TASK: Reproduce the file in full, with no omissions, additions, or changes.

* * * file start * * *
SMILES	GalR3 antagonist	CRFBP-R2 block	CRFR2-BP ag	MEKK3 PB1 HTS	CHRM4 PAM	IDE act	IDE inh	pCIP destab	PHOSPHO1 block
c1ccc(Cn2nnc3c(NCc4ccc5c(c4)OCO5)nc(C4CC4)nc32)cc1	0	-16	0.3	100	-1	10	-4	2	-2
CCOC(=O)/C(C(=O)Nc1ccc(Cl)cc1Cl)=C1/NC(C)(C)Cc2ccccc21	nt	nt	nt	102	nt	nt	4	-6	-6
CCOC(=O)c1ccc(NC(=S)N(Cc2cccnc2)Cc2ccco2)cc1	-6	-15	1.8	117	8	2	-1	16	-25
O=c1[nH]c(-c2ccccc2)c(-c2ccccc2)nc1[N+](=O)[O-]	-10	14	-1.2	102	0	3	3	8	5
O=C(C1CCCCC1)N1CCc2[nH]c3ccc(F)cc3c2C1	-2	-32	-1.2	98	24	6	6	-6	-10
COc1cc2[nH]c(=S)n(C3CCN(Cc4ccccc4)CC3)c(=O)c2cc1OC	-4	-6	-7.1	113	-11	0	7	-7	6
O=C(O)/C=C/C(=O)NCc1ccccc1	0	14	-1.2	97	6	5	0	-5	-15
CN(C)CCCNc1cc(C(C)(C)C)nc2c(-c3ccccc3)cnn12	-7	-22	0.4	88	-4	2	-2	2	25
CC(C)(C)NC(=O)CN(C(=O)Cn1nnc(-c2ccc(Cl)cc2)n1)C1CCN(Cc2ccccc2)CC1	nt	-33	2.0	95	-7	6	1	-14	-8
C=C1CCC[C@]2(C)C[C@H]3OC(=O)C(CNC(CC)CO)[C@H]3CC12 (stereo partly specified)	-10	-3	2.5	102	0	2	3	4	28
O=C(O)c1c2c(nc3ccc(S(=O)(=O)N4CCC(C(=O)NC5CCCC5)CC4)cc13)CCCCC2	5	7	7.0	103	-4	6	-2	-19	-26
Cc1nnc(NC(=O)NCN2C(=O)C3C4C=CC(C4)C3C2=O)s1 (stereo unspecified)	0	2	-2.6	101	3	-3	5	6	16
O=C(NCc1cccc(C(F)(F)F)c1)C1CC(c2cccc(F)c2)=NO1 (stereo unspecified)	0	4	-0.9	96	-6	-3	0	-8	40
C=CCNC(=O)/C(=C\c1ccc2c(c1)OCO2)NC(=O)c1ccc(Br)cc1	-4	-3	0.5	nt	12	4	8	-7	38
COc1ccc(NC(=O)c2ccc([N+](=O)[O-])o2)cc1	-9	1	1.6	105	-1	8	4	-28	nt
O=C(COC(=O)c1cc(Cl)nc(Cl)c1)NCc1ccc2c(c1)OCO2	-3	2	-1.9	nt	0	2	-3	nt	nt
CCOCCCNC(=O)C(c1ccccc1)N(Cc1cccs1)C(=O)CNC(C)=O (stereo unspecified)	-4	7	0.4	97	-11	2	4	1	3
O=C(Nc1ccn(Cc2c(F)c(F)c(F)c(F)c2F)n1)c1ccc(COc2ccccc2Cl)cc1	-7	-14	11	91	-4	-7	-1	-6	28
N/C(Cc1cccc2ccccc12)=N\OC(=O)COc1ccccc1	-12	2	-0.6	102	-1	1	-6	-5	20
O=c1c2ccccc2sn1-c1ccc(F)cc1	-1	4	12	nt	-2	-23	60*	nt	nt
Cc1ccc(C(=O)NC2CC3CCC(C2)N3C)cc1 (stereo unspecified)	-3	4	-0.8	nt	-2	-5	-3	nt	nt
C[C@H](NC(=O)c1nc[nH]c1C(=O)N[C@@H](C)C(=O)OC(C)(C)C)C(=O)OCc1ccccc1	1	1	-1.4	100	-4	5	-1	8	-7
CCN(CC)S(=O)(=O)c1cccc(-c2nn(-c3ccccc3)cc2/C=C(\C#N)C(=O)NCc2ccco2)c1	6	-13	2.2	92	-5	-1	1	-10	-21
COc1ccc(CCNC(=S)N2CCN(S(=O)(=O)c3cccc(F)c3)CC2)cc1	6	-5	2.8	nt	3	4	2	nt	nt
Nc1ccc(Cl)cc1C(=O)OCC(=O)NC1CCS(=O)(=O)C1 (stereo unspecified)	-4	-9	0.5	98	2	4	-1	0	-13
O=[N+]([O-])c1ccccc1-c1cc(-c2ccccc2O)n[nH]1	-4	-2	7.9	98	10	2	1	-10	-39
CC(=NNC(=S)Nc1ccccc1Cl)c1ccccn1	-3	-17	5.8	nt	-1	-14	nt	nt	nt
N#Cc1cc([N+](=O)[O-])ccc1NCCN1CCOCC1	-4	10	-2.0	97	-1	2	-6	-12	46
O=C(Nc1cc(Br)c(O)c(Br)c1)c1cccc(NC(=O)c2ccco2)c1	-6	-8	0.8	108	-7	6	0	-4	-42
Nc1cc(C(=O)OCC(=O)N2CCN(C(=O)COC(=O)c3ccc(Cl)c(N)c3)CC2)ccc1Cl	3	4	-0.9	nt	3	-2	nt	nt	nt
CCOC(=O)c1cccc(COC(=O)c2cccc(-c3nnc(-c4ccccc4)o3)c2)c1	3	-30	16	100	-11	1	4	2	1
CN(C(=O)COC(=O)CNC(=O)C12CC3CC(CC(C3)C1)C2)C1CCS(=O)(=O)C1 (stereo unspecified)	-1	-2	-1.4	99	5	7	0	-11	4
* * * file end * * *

SMILES	GalR3 antagonist	CRFBP-R2 block	CRFR2-BP ag	MEKK3 PB1 HTS	CHRM4 PAM	IDE act	IDE inh	pCIP destab	PHOSPHO1 block
c1ccc(Cn2nnc3c(NCc4ccc5c(c4)OCO5)nc(C4CC4)nc32)cc1	0	-16	0.3	100	-1	10	-4	2	-2
CCOC(=O)/C(C(=O)Nc1ccc(Cl)cc1Cl)=C1/NC(C)(C)Cc2ccccc21	nt	nt	nt	102	nt	nt	4	-6	-6
CCOC(=O)c1ccc(NC(=S)N(Cc2cccnc2)Cc2ccco2)cc1	-6	-15	1.8	117	8	2	-1	16	-25
O=c1[nH]c(-c2ccccc2)c(-c2ccccc2)nc1[N+](=O)[O-]	-10	14	-1.2	102	0	3	3	8	5
O=C(C1CCCCC1)N1CCc2[nH]c3ccc(F)cc3c2C1	-2	-32	-1.2	98	24	6	6	-6	-10
COc1cc2[nH]c(=S)n(C3CCN(Cc4ccccc4)CC3)c(=O)c2cc1OC	-4	-6	-7.1	113	-11	0	7	-7	6
O=C(O)/C=C/C(=O)NCc1ccccc1	0	14	-1.2	97	6	5	0	-5	-15
CN(C)CCCNc1cc(C(C)(C)C)nc2c(-c3ccccc3)cnn12	-7	-22	0.4	88	-4	2	-2	2	25
CC(C)(C)NC(=O)CN(C(=O)Cn1nnc(-c2ccc(Cl)cc2)n1)C1CCN(Cc2ccccc2)CC1	nt	-33	2.0	95	-7	6	1	-14	-8
C=C1CCC[C@]2(C)C[C@H]3OC(=O)C(CNC(CC)CO)[C@H]3CC12 (stereo partly specified)	-10	-3	2.5	102	0	2	3	4	28
O=C(O)c1c2c(nc3ccc(S(=O)(=O)N4CCC(C(=O)NC5CCCC5)CC4)cc13)CCCCC2	5	7	7.0	103	-4	6	-2	-19	-26
Cc1nnc(NC(=O)NCN2C(=O)C3C4C=CC(C4)C3C2=O)s1 (stereo unspecified)	0	2	-2.6	101	3	-3	5	6	16
O=C(NCc1cccc(C(F)(F)F)c1)C1CC(c2cccc(F)c2)=NO1 (stereo unspecified)	0	4	-0.9	96	-6	-3	0	-8	40
C=CCNC(=O)/C(=C\c1ccc2c(c1)OCO2)NC(=O)c1ccc(Br)cc1	-4	-3	0.5	nt	12	4	8	-7	38
COc1ccc(NC(=O)c2ccc([N+](=O)[O-])o2)cc1	-9	1	1.6	105	-1	8	4	-28	nt
O=C(COC(=O)c1cc(Cl)nc(Cl)c1)NCc1ccc2c(c1)OCO2	-3	2	-1.9	nt	0	2	-3	nt	nt
CCOCCCNC(=O)C(c1ccccc1)N(Cc1cccs1)C(=O)CNC(C)=O (stereo unspecified)	-4	7	0.4	97	-11	2	4	1	3
O=C(Nc1ccn(Cc2c(F)c(F)c(F)c(F)c2F)n1)c1ccc(COc2ccccc2Cl)cc1	-7	-14	11	91	-4	-7	-1	-6	28
N/C(Cc1cccc2ccccc12)=N\OC(=O)COc1ccccc1	-12	2	-0.6	102	-1	1	-6	-5	20
O=c1c2ccccc2sn1-c1ccc(F)cc1	-1	4	12	nt	-2	-23	60*	nt	nt
Cc1ccc(C(=O)NC2CC3CCC(C2)N3C)cc1 (stereo unspecified)	-3	4	-0.8	nt	-2	-5	-3	nt	nt
C[C@H](NC(=O)c1nc[nH]c1C(=O)N[C@@H](C)C(=O)OC(C)(C)C)C(=O)OCc1ccccc1	1	1	-1.4	100	-4	5	-1	8	-7
CCN(CC)S(=O)(=O)c1cccc(-c2nn(-c3ccccc3)cc2/C=C(\C#N)C(=O)NCc2ccco2)c1	6	-13	2.2	92	-5	-1	1	-10	-21
COc1ccc(CCNC(=S)N2CCN(S(=O)(=O)c3cccc(F)c3)CC2)cc1	6	-5	2.8	nt	3	4	2	nt	nt
Nc1ccc(Cl)cc1C(=O)OCC(=O)NC1CCS(=O)(=O)C1 (stereo unspecified)	-4	-9	0.5	98	2	4	-1	0	-13
O=[N+]([O-])c1ccccc1-c1cc(-c2ccccc2O)n[nH]1	-4	-2	7.9	98	10	2	1	-10	-39
CC(=NNC(=S)Nc1ccccc1Cl)c1ccccn1	-3	-17	5.8	nt	-1	-14	nt	nt	nt
N#Cc1cc([N+](=O)[O-])ccc1NCCN1CCOCC1	-4	10	-2.0	97	-1	2	-6	-12	46
O=C(Nc1cc(Br)c(O)c(Br)c1)c1cccc(NC(=O)c2ccco2)c1	-6	-8	0.8	108	-7	6	0	-4	-42
Nc1cc(C(=O)OCC(=O)N2CCN(C(=O)COC(=O)c3ccc(Cl)c(N)c3)CC2)ccc1Cl	3	4	-0.9	nt	3	-2	nt	nt	nt
CCOC(=O)c1cccc(COC(=O)c2cccc(-c3nnc(-c4ccccc4)o3)c2)c1	3	-30	16	100	-11	1	4	2	1
CN(C(=O)COC(=O)CNC(=O)C12CC3CC(CC(C3)C1)C2)C1CCS(=O)(=O)C1 (stereo unspecified)	-1	-2	-1.4	99	5	7	0	-11	4